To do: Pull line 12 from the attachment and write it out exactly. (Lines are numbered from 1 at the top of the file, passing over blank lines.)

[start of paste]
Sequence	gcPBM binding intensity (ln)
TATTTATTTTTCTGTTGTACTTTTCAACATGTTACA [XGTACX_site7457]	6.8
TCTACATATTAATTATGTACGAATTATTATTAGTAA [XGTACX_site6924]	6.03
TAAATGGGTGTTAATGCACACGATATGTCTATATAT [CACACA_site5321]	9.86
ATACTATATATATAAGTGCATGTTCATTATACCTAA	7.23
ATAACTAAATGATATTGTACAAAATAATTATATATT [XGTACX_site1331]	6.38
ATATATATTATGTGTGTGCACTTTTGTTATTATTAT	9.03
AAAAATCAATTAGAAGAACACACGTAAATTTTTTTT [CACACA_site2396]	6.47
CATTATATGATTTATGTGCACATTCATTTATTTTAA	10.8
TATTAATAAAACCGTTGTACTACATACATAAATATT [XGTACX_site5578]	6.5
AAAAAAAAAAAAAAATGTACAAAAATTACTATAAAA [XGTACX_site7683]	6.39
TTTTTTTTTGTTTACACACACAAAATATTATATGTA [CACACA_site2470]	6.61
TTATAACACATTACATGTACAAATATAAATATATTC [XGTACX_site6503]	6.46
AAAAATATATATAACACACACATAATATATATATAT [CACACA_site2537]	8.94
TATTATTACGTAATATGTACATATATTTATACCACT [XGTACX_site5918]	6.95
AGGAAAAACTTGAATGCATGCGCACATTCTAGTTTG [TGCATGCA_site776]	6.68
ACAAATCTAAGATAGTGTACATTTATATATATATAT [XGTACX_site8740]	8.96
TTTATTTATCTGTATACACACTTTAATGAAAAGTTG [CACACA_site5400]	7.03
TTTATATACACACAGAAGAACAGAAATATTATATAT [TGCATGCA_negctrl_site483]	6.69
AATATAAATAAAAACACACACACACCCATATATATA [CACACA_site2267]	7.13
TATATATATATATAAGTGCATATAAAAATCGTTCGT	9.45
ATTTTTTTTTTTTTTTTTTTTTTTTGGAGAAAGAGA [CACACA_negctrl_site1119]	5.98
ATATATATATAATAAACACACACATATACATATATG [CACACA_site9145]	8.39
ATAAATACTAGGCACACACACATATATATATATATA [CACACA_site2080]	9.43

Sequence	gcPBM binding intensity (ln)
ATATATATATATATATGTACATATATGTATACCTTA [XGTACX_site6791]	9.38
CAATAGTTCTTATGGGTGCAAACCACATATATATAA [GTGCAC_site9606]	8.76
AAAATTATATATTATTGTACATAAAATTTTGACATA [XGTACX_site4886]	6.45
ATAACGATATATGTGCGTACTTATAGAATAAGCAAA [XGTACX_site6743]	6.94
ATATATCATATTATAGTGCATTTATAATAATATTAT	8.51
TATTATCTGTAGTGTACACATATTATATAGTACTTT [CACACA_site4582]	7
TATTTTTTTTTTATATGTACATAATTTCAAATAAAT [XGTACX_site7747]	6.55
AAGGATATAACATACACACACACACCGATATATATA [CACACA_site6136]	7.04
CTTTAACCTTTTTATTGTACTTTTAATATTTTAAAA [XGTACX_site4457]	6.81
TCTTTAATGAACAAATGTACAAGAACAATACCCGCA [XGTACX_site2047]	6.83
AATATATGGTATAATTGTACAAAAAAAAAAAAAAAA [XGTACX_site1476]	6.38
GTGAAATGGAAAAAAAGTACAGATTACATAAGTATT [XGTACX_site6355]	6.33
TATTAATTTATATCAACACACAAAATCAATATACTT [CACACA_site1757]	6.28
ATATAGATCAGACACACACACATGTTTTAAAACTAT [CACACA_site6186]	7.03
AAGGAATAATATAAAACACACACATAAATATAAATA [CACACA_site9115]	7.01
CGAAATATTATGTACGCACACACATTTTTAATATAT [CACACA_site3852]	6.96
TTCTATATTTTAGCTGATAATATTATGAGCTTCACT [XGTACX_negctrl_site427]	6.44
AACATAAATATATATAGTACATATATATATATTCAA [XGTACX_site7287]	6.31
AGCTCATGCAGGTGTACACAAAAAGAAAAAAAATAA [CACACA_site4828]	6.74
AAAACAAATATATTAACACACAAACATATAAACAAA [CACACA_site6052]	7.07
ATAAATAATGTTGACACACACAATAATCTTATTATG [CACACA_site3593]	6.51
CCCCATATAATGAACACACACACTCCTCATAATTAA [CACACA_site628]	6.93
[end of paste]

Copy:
TTTTTTTTTGTTTACACACACAAAATATTATATGTA [CACACA_site2470]	6.61